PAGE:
How I’ve Cut WordPress Comment Spam by 45%

For the last couple of months I’ve been keeping the database entries for comment spam caught by Akismet at my personal blog. I have an ongoing search for patterns that I hope to use in a future project.

WordPress accepts three types of comments: “regular” comments made by submitting the comment form on-site, “trackbacks,” and “pingbacks.” Trackbacks and pingbacks are similar in that they (supposedly) result from someone else’s blog linking to one of my blog posts, but they differ in that with a pingback, WordPress actually verifies that the remote site has indeed linked to my site. The result is that I have almost no pingback spam. The few spammy pingbacks have come from sites that do link to my site but seem to have no other purpose than to get people to click on ads.

Of the tens of thousands of spam I’ve collected, about 45% is regular comments and 55%, trackbacks. My guess was that most regular comment spam was made by robots that post to comment forms en masse. So I thought that if I forced commenters to preview their comments before submitting them, most of the regular comment spam would disappear. To do that, I added to my comments preview plugin the option to require previews (a feature which others had asked for earlier), and I activated it on my blog.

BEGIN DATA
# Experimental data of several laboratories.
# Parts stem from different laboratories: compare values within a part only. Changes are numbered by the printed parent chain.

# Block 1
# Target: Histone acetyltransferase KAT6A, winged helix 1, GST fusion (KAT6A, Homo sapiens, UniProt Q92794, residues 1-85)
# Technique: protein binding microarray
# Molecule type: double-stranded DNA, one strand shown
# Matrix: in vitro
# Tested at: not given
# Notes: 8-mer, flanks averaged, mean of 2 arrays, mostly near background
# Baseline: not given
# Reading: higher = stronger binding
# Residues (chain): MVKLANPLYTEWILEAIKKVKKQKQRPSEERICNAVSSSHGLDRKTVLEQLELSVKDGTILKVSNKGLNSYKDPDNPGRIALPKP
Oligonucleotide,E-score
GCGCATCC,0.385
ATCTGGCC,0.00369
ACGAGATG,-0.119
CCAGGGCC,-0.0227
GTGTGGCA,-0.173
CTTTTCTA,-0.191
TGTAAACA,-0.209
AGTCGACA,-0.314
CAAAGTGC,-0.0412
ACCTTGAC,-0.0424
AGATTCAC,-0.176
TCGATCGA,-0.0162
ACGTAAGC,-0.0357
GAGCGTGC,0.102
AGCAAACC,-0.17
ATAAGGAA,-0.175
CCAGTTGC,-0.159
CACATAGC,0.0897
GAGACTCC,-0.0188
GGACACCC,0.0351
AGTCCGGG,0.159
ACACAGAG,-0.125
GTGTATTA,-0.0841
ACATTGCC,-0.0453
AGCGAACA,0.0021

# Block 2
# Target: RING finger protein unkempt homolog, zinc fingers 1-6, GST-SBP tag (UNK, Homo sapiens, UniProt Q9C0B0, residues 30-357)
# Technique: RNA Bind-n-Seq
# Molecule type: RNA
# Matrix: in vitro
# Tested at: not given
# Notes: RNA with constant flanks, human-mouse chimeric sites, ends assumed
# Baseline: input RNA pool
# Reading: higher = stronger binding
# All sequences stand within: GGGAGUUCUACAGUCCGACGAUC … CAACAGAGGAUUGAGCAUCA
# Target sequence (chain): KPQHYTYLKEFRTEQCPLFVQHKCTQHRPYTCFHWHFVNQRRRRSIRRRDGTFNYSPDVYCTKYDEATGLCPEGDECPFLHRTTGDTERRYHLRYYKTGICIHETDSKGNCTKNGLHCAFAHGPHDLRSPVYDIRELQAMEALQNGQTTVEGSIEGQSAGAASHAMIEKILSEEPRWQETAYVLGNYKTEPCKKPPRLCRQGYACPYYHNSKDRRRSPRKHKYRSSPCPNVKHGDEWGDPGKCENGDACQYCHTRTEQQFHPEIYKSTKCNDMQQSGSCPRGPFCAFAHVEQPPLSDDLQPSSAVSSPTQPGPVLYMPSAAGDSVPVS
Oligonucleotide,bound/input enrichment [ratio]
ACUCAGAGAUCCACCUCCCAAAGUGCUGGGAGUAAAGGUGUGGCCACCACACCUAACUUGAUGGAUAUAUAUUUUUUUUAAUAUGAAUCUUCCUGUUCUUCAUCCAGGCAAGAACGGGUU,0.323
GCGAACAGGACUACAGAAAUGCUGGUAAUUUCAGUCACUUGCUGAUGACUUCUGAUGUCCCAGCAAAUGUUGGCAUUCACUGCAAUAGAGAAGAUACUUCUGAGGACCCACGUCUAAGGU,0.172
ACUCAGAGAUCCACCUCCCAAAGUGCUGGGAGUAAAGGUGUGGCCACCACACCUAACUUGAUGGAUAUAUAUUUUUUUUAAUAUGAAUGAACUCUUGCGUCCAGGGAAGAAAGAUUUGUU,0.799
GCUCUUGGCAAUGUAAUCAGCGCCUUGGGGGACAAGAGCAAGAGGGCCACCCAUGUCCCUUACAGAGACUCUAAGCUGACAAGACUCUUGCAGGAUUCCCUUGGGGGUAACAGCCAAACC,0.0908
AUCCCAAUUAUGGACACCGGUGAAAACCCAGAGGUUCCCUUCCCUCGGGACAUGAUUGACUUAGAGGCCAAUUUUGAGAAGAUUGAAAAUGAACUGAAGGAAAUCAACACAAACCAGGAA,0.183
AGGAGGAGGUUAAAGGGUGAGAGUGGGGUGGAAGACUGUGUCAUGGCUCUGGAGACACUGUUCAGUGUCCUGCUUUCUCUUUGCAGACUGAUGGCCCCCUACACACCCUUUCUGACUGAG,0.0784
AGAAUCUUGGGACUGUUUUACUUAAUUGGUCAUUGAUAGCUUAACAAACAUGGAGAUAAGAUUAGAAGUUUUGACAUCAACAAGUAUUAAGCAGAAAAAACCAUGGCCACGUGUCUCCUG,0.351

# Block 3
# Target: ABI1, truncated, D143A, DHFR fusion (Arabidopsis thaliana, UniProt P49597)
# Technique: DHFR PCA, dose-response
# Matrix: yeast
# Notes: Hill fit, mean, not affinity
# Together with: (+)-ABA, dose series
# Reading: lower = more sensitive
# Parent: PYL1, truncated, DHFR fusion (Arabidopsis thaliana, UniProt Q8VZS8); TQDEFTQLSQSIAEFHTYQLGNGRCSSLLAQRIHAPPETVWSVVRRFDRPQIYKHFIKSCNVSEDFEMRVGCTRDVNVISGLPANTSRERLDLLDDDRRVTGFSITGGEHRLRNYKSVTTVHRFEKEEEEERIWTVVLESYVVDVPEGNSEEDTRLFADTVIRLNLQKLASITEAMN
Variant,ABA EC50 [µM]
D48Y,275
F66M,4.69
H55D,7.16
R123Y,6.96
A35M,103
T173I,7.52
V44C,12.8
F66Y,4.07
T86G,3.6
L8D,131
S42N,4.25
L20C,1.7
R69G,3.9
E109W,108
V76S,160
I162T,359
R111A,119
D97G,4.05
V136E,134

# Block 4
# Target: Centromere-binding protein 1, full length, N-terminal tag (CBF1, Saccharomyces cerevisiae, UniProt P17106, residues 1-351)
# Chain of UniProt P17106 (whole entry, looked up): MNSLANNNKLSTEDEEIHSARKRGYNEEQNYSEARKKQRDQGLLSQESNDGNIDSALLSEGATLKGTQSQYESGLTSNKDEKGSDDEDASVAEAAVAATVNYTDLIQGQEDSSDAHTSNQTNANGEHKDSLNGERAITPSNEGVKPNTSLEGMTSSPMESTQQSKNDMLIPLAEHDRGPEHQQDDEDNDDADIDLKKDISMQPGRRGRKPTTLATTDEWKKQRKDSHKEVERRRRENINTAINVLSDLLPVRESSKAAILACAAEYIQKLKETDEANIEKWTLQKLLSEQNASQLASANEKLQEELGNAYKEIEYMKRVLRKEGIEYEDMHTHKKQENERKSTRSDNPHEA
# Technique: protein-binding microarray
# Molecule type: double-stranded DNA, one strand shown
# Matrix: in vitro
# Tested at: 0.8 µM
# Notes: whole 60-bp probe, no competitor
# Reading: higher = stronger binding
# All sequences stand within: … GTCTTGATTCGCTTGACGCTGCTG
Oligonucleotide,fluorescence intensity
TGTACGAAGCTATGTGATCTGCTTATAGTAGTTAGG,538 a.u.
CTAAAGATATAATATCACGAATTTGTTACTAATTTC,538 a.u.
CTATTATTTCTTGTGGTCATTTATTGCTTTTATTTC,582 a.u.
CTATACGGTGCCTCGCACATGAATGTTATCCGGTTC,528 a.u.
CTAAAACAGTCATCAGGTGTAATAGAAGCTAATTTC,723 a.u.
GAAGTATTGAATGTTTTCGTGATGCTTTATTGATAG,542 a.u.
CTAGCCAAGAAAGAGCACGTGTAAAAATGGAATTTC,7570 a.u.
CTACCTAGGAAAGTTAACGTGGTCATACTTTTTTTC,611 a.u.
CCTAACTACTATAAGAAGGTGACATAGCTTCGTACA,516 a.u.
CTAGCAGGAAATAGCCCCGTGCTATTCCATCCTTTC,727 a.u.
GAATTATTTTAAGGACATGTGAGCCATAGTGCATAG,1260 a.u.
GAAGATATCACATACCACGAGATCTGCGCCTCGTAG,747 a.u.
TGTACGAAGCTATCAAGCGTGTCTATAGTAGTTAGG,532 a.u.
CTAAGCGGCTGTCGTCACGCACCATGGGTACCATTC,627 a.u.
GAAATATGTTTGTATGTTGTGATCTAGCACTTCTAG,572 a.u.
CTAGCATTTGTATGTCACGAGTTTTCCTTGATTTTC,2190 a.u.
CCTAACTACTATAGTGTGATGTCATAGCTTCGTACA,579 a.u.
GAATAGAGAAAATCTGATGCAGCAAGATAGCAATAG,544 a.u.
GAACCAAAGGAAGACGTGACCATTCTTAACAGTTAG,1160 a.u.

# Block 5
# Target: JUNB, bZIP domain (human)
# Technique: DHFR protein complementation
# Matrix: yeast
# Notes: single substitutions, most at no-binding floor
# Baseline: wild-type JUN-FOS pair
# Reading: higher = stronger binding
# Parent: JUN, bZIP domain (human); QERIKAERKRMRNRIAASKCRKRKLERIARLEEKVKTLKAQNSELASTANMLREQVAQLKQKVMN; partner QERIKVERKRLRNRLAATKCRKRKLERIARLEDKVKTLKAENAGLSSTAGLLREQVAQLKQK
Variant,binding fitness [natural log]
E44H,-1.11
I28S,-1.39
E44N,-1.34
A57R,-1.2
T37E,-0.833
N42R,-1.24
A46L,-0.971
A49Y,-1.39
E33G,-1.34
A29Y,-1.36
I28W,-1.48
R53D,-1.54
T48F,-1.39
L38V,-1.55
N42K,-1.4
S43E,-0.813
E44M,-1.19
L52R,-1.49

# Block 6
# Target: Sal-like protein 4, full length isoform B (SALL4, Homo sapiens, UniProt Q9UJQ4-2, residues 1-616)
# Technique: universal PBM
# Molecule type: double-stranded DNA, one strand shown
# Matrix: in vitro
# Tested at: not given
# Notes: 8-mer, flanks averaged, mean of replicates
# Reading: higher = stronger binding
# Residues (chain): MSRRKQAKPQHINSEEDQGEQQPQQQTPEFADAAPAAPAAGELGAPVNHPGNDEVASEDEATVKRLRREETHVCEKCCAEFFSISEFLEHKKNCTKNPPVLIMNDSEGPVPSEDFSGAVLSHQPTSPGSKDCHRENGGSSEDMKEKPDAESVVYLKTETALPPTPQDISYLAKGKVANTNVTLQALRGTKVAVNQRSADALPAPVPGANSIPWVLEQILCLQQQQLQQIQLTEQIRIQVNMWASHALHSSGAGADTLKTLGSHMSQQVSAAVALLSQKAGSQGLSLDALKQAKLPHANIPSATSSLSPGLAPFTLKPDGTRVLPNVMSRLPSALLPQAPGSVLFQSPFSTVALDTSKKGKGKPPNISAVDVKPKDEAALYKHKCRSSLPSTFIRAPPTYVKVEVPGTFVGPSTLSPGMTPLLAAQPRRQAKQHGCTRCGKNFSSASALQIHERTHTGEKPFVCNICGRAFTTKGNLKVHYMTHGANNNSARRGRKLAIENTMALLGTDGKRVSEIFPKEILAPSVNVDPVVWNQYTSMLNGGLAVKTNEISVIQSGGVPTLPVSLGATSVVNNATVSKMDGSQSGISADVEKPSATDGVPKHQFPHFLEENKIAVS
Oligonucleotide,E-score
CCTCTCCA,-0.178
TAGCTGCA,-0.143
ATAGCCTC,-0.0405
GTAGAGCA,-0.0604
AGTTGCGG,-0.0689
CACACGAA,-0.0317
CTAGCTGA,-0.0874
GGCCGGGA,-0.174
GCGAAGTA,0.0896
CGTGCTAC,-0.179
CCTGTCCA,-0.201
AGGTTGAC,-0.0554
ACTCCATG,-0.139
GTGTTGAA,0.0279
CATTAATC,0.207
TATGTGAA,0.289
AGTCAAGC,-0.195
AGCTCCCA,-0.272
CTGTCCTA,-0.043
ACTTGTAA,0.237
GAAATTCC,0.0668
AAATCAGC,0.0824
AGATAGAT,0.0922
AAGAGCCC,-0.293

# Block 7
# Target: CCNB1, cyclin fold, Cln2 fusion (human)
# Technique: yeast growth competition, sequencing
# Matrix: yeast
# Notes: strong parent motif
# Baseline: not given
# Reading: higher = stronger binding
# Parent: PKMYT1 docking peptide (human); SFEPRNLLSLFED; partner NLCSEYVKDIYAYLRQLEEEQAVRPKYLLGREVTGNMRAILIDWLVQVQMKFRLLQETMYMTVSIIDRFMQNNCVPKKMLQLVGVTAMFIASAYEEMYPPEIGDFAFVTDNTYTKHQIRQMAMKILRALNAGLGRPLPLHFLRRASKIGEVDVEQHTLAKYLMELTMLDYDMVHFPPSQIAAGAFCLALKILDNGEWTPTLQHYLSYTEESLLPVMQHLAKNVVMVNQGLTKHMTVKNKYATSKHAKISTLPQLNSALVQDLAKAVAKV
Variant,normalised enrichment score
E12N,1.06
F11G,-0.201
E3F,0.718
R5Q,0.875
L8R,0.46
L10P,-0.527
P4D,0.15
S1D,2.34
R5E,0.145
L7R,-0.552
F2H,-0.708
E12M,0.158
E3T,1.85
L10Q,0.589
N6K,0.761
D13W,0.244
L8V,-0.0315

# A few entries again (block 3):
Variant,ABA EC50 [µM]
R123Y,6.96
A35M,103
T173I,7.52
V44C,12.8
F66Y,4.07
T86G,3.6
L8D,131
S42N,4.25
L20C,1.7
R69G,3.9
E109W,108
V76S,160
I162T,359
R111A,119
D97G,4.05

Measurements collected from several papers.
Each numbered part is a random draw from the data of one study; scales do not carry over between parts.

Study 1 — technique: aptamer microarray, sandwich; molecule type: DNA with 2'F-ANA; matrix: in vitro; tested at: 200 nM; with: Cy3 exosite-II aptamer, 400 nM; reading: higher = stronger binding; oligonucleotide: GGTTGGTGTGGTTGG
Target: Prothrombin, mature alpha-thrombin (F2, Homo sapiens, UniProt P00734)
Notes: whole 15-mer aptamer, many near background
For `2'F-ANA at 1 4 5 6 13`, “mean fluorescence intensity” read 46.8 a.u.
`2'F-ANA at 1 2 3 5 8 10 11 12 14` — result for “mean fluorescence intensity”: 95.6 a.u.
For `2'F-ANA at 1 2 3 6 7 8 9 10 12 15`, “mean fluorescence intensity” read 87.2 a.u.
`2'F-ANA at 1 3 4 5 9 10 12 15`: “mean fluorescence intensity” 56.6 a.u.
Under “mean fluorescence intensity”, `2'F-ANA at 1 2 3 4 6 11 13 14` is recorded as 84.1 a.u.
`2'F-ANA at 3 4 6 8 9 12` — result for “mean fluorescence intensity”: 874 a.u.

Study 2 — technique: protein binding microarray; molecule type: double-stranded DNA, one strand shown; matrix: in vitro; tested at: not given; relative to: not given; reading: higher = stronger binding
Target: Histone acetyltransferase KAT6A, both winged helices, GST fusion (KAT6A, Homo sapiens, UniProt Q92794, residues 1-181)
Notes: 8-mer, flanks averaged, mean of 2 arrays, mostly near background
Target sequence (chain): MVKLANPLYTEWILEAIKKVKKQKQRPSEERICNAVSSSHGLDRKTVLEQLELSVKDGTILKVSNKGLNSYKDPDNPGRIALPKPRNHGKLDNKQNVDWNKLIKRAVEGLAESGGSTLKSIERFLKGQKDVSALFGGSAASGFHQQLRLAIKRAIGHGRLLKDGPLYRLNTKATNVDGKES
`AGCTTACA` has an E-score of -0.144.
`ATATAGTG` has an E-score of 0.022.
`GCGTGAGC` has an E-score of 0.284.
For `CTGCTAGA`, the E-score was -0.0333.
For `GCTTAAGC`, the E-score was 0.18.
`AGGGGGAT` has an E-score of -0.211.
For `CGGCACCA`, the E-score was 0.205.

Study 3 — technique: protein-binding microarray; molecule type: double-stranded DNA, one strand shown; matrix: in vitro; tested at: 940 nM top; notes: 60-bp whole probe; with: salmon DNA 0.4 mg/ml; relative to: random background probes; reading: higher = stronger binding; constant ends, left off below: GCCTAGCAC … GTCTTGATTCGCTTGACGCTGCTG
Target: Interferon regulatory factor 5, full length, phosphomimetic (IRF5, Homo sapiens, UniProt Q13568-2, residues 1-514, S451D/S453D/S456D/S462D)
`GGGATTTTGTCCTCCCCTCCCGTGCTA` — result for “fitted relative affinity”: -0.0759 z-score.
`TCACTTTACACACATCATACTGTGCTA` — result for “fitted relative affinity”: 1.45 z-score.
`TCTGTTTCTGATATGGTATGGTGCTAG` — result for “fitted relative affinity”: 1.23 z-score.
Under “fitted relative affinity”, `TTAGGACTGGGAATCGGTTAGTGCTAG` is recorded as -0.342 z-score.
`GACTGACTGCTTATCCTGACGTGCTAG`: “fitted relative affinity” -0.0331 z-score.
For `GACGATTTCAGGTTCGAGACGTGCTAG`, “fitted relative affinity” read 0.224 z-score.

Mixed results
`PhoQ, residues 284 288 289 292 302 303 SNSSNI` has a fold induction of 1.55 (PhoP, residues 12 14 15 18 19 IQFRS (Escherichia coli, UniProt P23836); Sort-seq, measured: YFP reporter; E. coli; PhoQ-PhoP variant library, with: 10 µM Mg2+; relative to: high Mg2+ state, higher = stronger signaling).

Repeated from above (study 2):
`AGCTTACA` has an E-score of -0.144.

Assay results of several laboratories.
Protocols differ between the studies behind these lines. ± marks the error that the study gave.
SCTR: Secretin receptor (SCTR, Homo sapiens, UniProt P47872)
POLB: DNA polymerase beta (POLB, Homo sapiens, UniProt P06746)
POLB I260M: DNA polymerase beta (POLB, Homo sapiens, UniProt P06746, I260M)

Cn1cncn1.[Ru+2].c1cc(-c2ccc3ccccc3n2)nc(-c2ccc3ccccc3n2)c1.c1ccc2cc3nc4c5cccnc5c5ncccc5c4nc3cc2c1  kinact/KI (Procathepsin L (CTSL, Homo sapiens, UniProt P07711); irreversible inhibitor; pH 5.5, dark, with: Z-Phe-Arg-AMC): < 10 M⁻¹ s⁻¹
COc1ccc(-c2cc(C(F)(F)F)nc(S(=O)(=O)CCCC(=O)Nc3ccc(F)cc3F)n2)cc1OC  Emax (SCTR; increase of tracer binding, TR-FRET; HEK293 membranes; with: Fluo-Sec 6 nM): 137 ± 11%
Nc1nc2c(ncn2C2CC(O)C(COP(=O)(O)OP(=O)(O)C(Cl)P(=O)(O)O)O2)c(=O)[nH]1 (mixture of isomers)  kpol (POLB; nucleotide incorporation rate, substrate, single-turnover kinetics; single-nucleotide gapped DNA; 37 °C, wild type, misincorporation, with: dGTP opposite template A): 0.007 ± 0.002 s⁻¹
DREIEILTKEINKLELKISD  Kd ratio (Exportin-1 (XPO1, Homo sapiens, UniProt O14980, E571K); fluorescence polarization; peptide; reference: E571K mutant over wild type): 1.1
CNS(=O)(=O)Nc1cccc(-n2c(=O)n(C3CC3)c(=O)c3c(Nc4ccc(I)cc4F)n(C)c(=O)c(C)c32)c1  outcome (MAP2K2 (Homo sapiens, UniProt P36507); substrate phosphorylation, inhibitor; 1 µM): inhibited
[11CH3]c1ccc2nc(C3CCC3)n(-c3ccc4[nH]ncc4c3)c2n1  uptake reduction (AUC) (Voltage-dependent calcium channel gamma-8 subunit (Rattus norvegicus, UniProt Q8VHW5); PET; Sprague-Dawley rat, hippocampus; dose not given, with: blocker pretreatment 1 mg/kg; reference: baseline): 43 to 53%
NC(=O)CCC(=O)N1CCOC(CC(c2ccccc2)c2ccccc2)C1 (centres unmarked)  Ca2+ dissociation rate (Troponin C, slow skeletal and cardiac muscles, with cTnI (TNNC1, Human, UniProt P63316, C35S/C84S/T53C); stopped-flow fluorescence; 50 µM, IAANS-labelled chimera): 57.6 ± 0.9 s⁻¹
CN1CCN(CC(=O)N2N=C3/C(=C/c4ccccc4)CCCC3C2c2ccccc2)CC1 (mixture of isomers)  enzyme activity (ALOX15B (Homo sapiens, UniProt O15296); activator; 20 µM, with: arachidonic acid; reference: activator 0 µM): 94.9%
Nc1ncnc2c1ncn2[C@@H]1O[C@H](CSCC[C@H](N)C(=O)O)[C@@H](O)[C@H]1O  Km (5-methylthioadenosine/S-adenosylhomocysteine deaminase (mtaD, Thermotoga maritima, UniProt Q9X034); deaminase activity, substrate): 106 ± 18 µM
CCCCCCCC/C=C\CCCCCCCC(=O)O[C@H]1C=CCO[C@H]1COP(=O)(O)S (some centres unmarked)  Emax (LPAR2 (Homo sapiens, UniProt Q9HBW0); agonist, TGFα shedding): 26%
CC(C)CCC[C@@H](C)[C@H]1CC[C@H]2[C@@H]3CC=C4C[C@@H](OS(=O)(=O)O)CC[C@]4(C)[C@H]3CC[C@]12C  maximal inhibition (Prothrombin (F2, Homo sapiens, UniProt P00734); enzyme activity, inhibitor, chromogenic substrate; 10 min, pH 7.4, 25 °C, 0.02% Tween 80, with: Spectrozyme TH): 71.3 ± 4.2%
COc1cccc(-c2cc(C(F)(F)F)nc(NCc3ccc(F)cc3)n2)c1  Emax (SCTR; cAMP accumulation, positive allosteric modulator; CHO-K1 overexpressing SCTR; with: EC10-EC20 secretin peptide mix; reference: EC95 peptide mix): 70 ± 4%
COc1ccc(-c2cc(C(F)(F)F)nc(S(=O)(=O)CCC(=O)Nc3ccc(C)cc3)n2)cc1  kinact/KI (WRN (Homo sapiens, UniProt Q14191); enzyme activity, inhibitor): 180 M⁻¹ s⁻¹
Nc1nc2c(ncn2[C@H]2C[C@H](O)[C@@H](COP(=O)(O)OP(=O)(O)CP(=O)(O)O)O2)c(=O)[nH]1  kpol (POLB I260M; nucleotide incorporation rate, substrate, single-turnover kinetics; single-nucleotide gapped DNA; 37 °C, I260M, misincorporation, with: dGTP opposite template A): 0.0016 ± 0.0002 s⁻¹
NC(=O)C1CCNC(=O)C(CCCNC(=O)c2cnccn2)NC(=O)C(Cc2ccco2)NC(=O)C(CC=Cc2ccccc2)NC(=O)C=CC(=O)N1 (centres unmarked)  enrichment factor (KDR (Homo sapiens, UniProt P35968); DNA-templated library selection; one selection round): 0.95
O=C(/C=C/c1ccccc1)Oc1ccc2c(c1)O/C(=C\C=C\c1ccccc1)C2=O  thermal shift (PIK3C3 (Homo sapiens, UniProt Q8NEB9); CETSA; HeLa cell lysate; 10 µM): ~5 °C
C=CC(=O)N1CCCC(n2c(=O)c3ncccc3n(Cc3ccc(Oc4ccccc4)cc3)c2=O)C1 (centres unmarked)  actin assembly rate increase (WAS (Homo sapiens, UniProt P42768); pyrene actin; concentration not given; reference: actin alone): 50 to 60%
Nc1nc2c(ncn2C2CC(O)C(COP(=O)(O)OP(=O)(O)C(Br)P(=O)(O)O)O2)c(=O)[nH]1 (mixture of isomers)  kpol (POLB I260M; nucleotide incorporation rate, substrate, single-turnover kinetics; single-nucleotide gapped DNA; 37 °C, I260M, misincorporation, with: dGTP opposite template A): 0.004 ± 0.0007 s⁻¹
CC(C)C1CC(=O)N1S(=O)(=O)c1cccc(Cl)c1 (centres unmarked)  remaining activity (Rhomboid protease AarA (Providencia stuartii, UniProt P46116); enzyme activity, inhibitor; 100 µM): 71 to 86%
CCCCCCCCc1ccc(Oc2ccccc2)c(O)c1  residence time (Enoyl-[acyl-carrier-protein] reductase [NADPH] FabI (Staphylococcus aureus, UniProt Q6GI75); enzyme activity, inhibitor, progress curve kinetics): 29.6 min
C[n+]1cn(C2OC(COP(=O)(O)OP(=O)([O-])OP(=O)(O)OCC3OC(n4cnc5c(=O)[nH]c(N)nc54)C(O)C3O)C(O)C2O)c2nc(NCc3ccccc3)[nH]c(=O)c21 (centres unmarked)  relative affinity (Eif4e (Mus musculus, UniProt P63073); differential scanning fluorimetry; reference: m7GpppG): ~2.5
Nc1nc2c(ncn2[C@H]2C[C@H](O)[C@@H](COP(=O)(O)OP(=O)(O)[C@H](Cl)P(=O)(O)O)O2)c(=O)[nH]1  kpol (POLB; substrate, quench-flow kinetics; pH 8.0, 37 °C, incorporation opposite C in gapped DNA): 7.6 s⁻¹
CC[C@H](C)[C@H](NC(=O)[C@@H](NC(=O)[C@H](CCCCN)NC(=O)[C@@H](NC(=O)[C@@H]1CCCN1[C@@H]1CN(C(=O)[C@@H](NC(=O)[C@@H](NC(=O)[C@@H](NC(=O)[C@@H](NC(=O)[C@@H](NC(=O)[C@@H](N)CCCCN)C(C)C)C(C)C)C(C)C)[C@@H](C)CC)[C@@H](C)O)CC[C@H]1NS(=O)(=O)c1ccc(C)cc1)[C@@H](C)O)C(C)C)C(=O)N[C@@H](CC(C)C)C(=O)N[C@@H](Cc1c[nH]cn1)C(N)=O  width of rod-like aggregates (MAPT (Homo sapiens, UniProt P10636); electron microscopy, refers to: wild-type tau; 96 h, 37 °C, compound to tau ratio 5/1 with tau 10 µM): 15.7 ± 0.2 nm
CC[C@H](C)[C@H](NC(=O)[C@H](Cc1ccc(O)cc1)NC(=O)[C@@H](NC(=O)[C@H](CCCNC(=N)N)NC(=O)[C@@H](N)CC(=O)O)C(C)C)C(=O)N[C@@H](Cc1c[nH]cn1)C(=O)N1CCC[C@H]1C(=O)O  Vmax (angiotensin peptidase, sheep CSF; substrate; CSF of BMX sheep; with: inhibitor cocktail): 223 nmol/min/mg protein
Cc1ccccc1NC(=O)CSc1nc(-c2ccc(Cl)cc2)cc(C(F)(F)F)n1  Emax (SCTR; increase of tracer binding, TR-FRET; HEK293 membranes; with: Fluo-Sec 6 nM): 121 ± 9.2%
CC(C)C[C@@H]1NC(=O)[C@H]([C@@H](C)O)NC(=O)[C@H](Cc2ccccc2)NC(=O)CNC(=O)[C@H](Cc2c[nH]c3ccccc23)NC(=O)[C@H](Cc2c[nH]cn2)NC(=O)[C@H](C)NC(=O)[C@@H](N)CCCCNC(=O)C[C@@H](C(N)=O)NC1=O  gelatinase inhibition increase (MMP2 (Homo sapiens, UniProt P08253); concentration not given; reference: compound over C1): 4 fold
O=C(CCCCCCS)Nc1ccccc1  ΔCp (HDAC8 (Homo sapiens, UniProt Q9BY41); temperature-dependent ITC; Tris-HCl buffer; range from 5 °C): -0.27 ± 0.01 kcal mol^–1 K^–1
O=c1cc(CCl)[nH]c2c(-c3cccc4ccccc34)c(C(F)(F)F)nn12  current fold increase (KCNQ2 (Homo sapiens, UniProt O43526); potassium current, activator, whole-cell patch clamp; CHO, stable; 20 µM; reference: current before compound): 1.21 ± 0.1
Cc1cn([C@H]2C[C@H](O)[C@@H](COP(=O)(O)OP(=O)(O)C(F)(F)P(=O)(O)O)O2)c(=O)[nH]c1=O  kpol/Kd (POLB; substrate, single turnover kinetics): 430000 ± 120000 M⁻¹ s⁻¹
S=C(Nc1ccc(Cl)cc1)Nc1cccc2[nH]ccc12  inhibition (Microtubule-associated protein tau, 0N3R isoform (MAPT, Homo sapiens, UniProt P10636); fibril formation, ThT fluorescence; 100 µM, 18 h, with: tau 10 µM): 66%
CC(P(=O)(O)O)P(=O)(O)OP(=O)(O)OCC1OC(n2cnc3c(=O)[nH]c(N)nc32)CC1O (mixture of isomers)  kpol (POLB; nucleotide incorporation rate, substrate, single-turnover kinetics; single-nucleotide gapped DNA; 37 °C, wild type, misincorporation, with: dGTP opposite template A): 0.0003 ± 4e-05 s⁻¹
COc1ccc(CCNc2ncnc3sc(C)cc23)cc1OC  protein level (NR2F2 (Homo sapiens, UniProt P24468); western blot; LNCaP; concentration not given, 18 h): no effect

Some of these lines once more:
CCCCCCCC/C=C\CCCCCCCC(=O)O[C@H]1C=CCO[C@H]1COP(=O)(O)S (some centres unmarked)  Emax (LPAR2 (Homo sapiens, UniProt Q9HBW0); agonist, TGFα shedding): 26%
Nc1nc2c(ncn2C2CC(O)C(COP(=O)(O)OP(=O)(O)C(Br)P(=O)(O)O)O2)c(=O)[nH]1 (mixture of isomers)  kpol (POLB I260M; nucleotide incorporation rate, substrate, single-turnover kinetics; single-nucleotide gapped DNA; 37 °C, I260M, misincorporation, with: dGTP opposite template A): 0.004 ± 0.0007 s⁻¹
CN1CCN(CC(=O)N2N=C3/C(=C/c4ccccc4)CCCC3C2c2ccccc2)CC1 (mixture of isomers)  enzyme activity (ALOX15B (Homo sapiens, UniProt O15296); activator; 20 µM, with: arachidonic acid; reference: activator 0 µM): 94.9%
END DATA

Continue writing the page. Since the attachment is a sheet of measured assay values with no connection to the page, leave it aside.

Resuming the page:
My guess turned out to be right: required comment previews eliminated about 95% of the regular comment spam. However, the remaining 5% was significant enough to be troublesome. Somehow spam robots were submitting a preview, then posting it again. Looking at my logs, I noticed that the bots would submit the preview from one IP address but submit the final comment from another, something I think no human would ever do. So I added a nonce field to the comment form which checks that the comment has been previewed and submitted by the same IP address before it’s submitted. That slashed the remaining regular comment spam to a tenth of its size. There are still a handful of regular comment spams remaining, and they appear to be real browsers (using JavaScript and accepting cookies), so I’m curious about whether they’re controlled by humans or are just zombies.

To do next: find a way to reduce trackback spam by the same amount.

Post a Comment

Your email is never published nor shared. Required fields are marked *